Inside Track by Mark Stretton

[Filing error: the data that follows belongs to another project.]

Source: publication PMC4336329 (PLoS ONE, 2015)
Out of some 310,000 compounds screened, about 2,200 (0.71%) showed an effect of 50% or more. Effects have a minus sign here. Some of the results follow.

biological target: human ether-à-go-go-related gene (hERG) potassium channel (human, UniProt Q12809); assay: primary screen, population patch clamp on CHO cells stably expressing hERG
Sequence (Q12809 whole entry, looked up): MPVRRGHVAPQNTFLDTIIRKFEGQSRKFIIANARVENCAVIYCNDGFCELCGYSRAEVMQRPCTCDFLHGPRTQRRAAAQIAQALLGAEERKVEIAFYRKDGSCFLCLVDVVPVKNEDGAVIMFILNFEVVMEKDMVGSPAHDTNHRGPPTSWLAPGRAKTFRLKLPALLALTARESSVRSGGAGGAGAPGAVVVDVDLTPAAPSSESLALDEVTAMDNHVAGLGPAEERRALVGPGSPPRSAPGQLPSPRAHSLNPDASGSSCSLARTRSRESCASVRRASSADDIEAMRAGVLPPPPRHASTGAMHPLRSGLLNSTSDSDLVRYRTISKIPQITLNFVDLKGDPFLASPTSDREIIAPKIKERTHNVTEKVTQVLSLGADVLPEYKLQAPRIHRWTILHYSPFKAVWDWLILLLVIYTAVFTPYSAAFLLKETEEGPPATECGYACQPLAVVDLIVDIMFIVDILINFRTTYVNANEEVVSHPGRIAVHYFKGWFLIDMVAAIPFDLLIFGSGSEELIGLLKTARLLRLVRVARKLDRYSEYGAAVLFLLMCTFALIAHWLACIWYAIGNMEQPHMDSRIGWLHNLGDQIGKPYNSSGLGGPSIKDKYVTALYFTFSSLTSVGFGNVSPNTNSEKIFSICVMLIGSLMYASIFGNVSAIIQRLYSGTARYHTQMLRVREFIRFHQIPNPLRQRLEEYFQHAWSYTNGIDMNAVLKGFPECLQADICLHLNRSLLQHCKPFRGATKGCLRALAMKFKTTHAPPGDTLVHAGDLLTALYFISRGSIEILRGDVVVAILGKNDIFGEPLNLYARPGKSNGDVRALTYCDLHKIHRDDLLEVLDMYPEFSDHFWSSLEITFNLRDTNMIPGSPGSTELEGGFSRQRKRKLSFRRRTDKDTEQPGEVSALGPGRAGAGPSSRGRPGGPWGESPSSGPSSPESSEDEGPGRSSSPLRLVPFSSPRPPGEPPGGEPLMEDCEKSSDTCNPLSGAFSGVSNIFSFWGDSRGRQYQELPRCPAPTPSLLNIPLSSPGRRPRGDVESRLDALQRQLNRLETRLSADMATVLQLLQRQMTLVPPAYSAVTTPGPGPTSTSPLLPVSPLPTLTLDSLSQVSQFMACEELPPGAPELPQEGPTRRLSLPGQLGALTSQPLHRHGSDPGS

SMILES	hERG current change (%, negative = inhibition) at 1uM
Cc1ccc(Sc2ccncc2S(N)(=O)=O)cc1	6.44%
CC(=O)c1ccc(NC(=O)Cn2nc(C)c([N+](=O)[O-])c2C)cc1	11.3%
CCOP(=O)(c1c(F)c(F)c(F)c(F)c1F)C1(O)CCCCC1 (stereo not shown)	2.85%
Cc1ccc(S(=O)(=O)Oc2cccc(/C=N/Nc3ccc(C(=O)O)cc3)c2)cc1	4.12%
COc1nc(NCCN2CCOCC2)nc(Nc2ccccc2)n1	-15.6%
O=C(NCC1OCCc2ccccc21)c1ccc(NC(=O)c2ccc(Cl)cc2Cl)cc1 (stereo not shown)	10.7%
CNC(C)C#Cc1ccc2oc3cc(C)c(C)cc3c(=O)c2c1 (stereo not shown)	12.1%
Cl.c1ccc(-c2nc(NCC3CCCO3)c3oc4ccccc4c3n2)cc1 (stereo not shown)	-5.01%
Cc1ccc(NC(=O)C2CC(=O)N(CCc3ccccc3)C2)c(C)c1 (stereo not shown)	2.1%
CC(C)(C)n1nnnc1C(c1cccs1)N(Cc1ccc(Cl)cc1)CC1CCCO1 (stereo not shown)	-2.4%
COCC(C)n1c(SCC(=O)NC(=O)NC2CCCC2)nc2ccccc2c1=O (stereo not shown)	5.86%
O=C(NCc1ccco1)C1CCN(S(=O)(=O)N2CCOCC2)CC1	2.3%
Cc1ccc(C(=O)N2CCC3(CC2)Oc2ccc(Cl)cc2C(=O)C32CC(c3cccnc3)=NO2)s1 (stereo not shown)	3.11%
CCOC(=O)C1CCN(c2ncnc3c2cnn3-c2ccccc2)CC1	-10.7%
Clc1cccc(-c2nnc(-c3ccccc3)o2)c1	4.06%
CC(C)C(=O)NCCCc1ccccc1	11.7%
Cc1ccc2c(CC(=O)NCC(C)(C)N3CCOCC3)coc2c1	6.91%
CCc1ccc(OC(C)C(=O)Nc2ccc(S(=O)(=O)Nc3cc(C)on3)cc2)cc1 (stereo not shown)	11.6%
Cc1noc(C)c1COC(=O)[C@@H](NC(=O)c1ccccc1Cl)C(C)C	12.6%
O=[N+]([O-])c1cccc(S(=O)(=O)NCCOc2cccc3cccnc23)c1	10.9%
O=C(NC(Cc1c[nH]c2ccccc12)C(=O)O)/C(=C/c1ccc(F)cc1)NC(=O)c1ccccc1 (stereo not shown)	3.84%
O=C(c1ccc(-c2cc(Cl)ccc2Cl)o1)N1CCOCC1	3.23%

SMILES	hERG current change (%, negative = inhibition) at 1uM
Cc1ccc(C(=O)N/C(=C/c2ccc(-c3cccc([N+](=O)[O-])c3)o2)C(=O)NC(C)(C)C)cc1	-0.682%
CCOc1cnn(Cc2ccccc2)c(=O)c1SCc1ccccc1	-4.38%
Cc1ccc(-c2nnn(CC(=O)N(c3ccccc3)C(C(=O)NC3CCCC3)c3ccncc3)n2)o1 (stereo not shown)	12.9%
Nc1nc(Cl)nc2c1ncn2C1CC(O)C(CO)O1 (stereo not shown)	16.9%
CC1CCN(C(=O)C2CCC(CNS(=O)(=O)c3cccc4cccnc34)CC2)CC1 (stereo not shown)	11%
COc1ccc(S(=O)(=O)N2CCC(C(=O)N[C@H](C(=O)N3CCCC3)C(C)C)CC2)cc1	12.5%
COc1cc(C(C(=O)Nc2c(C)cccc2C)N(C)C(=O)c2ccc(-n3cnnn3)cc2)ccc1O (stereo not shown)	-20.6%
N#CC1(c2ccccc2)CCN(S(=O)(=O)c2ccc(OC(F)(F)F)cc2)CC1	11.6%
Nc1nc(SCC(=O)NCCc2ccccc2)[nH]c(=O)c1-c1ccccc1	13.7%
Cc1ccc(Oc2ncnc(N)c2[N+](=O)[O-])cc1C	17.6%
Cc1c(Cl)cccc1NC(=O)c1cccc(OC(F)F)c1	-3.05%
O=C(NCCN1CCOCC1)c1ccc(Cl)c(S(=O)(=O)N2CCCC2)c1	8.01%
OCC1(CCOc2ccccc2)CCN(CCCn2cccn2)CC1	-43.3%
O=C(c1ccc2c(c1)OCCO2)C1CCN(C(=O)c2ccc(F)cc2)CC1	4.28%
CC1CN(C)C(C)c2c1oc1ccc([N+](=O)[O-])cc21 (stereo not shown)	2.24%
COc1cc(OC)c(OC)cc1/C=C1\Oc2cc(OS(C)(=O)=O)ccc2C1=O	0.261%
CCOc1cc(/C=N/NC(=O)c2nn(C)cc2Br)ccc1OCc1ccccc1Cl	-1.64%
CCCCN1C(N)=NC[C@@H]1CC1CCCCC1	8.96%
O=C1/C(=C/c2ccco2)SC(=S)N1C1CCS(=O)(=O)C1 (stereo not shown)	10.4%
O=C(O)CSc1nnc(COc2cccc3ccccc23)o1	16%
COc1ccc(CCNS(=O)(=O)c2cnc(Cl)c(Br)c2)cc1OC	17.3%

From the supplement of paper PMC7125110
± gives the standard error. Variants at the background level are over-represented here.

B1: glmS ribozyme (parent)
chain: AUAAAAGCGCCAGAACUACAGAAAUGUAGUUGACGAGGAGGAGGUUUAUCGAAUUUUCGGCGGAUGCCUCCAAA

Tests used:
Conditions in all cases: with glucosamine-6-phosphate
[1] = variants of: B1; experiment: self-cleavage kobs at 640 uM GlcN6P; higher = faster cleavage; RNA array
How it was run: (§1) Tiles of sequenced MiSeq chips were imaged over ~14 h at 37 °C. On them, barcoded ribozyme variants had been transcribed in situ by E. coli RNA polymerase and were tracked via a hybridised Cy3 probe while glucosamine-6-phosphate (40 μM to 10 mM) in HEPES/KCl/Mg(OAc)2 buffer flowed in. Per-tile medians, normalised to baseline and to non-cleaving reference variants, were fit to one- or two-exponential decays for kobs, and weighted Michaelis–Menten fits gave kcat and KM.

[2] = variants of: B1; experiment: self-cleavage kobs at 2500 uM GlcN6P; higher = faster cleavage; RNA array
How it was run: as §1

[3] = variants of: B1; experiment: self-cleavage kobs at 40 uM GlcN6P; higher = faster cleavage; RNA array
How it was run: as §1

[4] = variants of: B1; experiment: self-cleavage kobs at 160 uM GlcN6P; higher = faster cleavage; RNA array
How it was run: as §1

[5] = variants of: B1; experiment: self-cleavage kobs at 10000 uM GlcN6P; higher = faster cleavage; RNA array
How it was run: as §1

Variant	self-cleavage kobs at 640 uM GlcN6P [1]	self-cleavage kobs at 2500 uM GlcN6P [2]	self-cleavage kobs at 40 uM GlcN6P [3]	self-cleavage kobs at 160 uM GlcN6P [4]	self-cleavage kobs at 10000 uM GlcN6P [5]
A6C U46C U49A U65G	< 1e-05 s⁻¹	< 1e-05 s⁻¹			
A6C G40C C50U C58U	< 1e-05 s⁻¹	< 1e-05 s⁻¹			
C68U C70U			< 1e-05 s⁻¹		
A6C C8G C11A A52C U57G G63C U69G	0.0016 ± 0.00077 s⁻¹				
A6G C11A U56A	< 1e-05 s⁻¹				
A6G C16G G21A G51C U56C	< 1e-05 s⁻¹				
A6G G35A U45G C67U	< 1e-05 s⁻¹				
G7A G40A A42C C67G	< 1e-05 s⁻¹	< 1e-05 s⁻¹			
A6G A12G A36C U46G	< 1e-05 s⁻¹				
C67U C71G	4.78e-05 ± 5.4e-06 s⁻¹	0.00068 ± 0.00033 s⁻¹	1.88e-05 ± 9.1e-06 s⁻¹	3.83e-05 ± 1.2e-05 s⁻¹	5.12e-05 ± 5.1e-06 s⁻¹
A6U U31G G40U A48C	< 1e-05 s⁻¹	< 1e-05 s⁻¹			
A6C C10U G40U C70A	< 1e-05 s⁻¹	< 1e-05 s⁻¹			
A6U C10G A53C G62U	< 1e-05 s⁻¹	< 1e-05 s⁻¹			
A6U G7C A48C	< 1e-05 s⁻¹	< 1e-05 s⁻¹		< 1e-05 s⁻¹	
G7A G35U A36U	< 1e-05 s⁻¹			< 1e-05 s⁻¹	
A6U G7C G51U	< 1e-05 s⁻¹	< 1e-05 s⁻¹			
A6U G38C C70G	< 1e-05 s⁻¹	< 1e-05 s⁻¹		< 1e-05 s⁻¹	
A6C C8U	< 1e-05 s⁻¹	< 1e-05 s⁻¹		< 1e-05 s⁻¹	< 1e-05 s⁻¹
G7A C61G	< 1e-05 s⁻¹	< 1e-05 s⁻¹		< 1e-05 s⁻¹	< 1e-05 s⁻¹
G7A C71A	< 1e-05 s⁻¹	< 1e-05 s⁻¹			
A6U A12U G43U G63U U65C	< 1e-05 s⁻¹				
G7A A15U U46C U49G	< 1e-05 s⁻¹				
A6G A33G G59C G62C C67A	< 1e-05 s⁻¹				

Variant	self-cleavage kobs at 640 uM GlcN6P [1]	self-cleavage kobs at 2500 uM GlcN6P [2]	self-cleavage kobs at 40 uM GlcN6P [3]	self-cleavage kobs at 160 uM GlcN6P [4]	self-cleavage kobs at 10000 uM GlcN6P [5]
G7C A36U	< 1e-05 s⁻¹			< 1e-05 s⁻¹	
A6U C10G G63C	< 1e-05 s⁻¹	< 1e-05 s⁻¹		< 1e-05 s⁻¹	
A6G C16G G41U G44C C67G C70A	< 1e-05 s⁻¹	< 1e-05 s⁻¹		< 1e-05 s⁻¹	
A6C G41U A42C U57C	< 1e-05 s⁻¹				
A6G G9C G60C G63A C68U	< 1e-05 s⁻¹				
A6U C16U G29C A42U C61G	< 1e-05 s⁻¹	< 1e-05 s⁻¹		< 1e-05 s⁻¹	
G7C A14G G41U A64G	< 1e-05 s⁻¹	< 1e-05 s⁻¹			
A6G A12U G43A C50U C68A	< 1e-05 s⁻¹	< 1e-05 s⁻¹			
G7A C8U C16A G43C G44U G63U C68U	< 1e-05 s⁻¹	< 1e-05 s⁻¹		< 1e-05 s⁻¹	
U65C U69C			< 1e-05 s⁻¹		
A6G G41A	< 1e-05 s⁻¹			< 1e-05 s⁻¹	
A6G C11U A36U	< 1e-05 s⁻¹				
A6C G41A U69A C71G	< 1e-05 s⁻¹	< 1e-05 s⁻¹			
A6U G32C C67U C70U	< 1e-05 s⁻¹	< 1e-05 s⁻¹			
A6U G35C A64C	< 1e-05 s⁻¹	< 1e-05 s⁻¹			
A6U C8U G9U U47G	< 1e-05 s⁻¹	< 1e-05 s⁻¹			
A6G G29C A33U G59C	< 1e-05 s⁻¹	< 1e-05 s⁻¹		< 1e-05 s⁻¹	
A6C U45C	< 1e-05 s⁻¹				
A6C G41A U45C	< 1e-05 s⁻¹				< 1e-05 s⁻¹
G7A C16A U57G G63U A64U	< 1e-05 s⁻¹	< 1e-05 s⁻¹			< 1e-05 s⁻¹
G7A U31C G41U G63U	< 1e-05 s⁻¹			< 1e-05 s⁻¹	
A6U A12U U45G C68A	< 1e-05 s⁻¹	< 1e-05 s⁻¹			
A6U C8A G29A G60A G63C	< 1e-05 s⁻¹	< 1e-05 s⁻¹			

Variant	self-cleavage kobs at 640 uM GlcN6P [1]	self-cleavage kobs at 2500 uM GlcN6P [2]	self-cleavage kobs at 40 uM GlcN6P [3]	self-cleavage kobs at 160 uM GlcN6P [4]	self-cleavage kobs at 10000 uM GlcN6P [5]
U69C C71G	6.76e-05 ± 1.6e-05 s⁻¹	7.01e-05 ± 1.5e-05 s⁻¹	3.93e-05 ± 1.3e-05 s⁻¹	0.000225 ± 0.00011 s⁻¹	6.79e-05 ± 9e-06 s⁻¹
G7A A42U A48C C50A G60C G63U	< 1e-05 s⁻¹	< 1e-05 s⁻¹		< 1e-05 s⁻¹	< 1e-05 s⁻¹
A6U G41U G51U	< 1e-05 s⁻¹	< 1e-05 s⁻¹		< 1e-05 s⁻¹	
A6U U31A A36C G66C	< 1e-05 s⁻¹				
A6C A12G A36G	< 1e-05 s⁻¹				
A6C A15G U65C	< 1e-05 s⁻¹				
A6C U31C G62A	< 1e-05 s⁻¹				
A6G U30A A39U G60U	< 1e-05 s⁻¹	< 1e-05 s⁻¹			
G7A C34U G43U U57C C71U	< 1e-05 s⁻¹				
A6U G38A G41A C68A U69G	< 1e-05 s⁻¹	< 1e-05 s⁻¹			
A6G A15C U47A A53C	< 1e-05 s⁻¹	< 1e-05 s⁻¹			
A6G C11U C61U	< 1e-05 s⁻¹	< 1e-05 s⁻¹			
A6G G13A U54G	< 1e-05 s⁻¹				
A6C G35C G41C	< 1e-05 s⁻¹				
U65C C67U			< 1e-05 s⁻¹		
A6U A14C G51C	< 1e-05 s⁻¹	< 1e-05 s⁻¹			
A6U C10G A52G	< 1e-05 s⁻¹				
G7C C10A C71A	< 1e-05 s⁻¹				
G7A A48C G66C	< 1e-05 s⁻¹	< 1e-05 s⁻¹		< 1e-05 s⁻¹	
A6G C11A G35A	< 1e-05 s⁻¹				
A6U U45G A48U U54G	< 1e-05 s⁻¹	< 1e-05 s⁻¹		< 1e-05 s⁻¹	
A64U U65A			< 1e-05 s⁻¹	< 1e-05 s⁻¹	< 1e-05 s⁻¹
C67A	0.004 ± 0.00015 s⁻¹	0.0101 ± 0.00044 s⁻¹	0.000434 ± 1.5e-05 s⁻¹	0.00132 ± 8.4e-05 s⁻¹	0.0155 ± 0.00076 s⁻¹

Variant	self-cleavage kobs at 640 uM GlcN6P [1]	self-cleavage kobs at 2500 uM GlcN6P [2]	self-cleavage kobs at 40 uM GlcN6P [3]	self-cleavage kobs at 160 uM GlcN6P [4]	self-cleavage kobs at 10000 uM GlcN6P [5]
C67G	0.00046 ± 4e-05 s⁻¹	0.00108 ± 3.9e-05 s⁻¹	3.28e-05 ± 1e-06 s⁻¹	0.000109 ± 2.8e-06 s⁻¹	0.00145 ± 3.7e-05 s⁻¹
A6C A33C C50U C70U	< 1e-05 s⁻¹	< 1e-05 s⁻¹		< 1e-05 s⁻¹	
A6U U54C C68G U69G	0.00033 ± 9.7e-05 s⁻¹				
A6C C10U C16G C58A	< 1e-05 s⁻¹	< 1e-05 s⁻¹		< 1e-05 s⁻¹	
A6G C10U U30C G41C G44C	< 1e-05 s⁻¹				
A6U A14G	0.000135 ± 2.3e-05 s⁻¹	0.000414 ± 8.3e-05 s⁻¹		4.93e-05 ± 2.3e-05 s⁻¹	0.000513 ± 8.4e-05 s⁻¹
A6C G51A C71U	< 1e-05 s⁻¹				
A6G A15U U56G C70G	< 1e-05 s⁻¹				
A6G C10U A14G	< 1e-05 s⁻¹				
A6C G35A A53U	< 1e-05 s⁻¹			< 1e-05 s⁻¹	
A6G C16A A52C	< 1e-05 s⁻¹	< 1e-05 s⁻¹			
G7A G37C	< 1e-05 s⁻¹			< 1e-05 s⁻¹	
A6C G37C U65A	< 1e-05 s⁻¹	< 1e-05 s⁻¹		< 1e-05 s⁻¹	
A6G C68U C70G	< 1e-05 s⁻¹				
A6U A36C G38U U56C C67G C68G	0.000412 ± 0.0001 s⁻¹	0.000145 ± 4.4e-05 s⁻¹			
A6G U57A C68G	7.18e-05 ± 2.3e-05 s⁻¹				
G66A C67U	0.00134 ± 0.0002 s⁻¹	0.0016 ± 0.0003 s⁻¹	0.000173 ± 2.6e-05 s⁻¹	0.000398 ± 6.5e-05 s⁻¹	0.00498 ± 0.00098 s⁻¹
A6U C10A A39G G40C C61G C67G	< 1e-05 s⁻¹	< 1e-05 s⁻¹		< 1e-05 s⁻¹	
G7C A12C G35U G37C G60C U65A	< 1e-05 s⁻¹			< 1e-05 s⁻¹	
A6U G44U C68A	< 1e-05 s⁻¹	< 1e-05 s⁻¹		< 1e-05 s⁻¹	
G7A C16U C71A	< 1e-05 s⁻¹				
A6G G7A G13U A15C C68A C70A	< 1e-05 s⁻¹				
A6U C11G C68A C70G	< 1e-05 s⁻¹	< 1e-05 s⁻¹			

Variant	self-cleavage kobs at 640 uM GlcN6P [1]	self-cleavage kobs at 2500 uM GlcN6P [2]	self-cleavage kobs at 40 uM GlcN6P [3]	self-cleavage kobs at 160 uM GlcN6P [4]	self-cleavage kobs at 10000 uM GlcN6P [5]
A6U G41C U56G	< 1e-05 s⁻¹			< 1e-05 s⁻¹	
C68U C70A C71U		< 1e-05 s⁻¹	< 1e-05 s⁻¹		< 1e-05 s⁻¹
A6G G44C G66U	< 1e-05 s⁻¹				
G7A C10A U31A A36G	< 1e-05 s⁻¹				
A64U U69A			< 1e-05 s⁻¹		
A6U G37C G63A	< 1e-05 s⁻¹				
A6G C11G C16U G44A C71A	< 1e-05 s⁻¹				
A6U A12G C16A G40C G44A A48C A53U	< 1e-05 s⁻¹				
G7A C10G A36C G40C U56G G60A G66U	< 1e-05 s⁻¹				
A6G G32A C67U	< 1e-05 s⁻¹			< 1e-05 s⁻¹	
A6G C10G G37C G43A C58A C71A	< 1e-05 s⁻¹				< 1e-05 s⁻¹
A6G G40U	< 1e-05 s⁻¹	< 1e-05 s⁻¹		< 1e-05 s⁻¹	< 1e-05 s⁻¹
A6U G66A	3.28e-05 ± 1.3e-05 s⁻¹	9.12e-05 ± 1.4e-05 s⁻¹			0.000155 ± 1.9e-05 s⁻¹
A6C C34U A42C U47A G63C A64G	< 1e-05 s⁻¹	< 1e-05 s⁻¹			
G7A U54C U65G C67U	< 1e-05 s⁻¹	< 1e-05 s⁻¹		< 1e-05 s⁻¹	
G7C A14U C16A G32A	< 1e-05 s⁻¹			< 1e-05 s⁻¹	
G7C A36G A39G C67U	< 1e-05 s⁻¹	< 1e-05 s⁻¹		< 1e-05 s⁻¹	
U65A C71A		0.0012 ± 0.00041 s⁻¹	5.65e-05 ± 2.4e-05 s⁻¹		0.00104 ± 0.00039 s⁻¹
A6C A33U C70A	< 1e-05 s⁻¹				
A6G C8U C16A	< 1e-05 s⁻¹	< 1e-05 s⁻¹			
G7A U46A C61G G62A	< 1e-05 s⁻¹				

The high street restaurant market is over-heating, a leading analyst has argued. Douglas Jack, leisure analyst at Panmure Gordon, warned that the sector – “the current vogue area of licence retail” – is experiencing too much expansion. In a warning that will stir uncomfortable memories for high street pub and bar operators – many are still operating through the fallout of over-expansion in the late nineties - Jack said that publicly-quoted restaurant groups faced downgrades due to negative trading and falling expansion rates. He also warned there would be a “supply-side shock” when a smoking ban hits 2,000 high street bars, many of which are expected to place a greater focus on growing food sales to counter anticipated falls in revenues from drink sales. Panmure Gordon expects the branded high street restaurant market to grow by 0.5% in site terms and predicted that a smoking ban would add a further 5% in capacity as bar groups reposition their offers. Jack said restaurant demand growth had slowed from 7% in 1997 to about 4.5% in the last five years, but that this demand growth was weighted away from high streets towards captive markets such as residential areas, leisure parks and airports. He said downbeat figures from Whitbread and Urban Dining, plus news that Pizza Piazza had entered administration were consistent with these concerns. Jack’s views will now doubt be the subject of vigorous discussion at this Wednesday’s Eating Out 2005 conference, organised by M&C Report. But his observations were described as overly simplistic by Greg Feehely, head of research as Altium. Feehely said: “What you’re seeing is vastly contrasting fortunes between companies and stock picking is becoming more crucial as good brands will continue to take market share.” Here perhaps lies the key. The eating out market is becoming increasingly competitive. This will almost certainly intensify with a smoking ban as pub and bar operators look to food for growth. The operators who should perhaps be concerned are those with tired, uninvested, undifferentiated concepts. The Restaurant Group – which has done a great job of repositioning most its business towards growth markets – clearly has an obvious example of such a brand in Caffe Uno. It is the remaining part of the jigsaw management is yet to solve. In its latest results TRG’s high street business (largely Uno and Garfunkel’s) saw profits fall 19%. The division now accounts for just 16% of group profits. Whitbread, which operates TGI Friday’s, Pizza Hut and Costa Coffee, is another group with challenges on the high street. It reported like-for-like sales down 1.7% in its high street restaurant division for the 24 weeks to 18 August. But the concepts these companies operate are hardly setting the pace in eating out and fundamentally the outlook is still strong. Depending on whom you speak to, eating out spend accounts for between 35p and 38p in every pound spent on food in the UK – and the trend continues to grow. It is why private equity is prepared to pay £60m for Strada, £100m for Wagamama, £20m for EAT and a mooted £35m for Loch Fyne The latest subject of private equity interest is Carluccio’s, the Italian restaurant and deli that is currently assessing next phase funding options. Three companies are said to be in talks, trying to dissuade the company from listing on the stock market. They are Legal & General Ventures, which owns Tragus, Phoenix Equity Partners, which used to own the Tootsies burger business, and Graphite Capital, which recently refinanced Wagamama. It is significant that all these private equity houses are experienced in the sector, having banked substantial profits from previous investments. Clearly these firms think there is a long way to go yet. It’s because these concepts – the “New Establishment” of eating out chains – will continue to take market share. The price tag for Carluccio’s, according to reports, has now topped £55m. Competition will continue to intensify (there is also the prospect of a standalone Select Service Partners – it is to be sold by owner Compass – bringing brands such as Upper Crust and Caffe Ritazza on to the high street). We will perhaps start to see a clearer polarisation between winners and losers in this market.